Catholic belief, for the death of Jesus Christ.
*c) To cleanse Lithuania completely of Jews, who according to their belief
exploited the Lithuanians, mainly economically.
*d) The anti-Semites related their abhorrence for Bolshevism to their hatred to
Some people assert that the absence of an unequivocal papal condemnation of the excesses caused many a Lithuanian Catholic to assume what many have suspected all along: that in the mind of Pius XII , a former papal nuncio in Berlin, the German attack on Marxist-atheist Russia overshadowed in importance the violence against Jews. Whoever is aquainted with the eternal stand of the Lithuanin Catholic Church against Jews believe that even a condemnation would not have changed its policy. The best proof is probably the fact that the change in the Vatican's attitude towards Jews expressed lately did not have yet any effect on the Church of Lithuania.
However, in this respect of what happened during the Nazi regime, the Lithuanian Catholic church and its disciples have commited a sacrilege and blasphemy by defying the Supreme Being. These corrupted priests, certainly, did not have in mind the teachings of Jesus Christ if they ever sincerely believed in them...
Priests in the Lithuanian murder battalions
In the light of the strict formal hierarchy of the Catholic church and the internal discipline existing within the church, the priests of Lithuania generally followed the orders of the Bishops. In particular, they fulfilled the policies of their leaders concerning the Jews. The liquidation of the Jews of Lithuania was also close to their heart. The help given by the priests in pursuing this desire was expressed in particular in the founding and organization of more than twenty police battalions, organized by the "Provisional Government" whose principal role was "cleansing" the land of Lithuania of Jews and to help the Nazis achieve the "Final Solution". In almost all of the battalions a priest served to supply the religious needs of the murderers, to bless them, to encourage them and to explain the importance of their activities "for God and for the Lithuanian nation". The priests traveled with the battalions to their place of "work" and participated in the murders along with
the other members of the battalion. During that period there were horrifying rumours of the cruelty of priests in connection with the murders of Jews and the stealing of their property. These priests were also an important tool in the recruitment of youth to the battalions by promising the recruits an easy and rich life in an independent Lithuania after the war.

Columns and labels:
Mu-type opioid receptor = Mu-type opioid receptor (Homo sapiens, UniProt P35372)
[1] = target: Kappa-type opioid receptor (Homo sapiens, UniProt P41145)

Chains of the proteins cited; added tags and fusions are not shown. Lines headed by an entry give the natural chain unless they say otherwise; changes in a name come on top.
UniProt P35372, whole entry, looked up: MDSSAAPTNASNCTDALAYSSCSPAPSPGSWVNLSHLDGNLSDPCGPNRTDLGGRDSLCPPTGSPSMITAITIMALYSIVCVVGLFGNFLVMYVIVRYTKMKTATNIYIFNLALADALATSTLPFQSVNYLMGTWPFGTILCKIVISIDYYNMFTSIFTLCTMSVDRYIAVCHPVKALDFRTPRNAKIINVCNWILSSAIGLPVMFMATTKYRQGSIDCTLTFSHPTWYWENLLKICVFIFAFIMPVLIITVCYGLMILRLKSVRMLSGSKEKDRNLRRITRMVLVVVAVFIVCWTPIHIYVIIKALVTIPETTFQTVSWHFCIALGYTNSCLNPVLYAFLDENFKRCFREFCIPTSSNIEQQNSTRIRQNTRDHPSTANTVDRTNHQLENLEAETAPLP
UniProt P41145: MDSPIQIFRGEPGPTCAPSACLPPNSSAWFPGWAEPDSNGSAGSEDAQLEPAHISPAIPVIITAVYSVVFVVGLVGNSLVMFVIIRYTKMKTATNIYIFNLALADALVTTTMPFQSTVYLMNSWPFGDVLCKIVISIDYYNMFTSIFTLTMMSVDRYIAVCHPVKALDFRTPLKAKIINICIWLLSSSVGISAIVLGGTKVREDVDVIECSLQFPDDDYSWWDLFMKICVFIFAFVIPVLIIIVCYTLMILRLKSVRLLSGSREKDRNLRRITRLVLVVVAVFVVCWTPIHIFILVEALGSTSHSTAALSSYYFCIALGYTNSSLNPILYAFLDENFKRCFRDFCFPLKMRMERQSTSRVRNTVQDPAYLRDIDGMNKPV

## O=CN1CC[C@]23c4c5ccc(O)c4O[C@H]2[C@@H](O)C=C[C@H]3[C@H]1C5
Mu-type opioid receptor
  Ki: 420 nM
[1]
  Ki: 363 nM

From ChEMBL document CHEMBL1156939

In the trials which were held in Soviet Lithuania after the war, many youths told how they were drawn to the battalions by the priests. Salionis, a murderer of Jews and a member of the infamous 12th battalion, told, among other things: "...in 1941, while I worked as an assistant to the priest Zelbis in the "Saint Antanas" church, I would listen to the sermons given by the priest each Sunday to the Lithuanian youth in which he would call on them to serve in the battalions in order to fight Communism and the Jews. He suggested that I join and I did..."
This was also done by the priests of other battalions among them the priest Ignatavicius who fled afterwards with the Germans, reached the Vatican and worked there many years as a librarian and accountant.
Many priests participated in the murder of Lithuanian Jews, others were present during the mass murders of Jews in their communities and even travelled to places further away to see the slaughter for themselves. There were priests who did this in order to obtain part of the property of the Jews for themselves or for their church. Many also had signed certificates of their presence at the murder
sites and would participate in the division of the property that had been confiscated. Because of this, particularly in the smaller towns, the murders of groups of Jews were performed not far from the church so that the priest could be present.
In a lengthy testimony given by the murderer of Jews, Balys Labeikis from the 12th battalion , he said, in part: "... at the end of 1941, after we had finished the murder of the first group of Jews of Pasvalys, we stopped at a nearby church in Siauliai where we received food and drink. The next day we returned to Pasvalys and murdered the rest of the Jews of the town not far from the church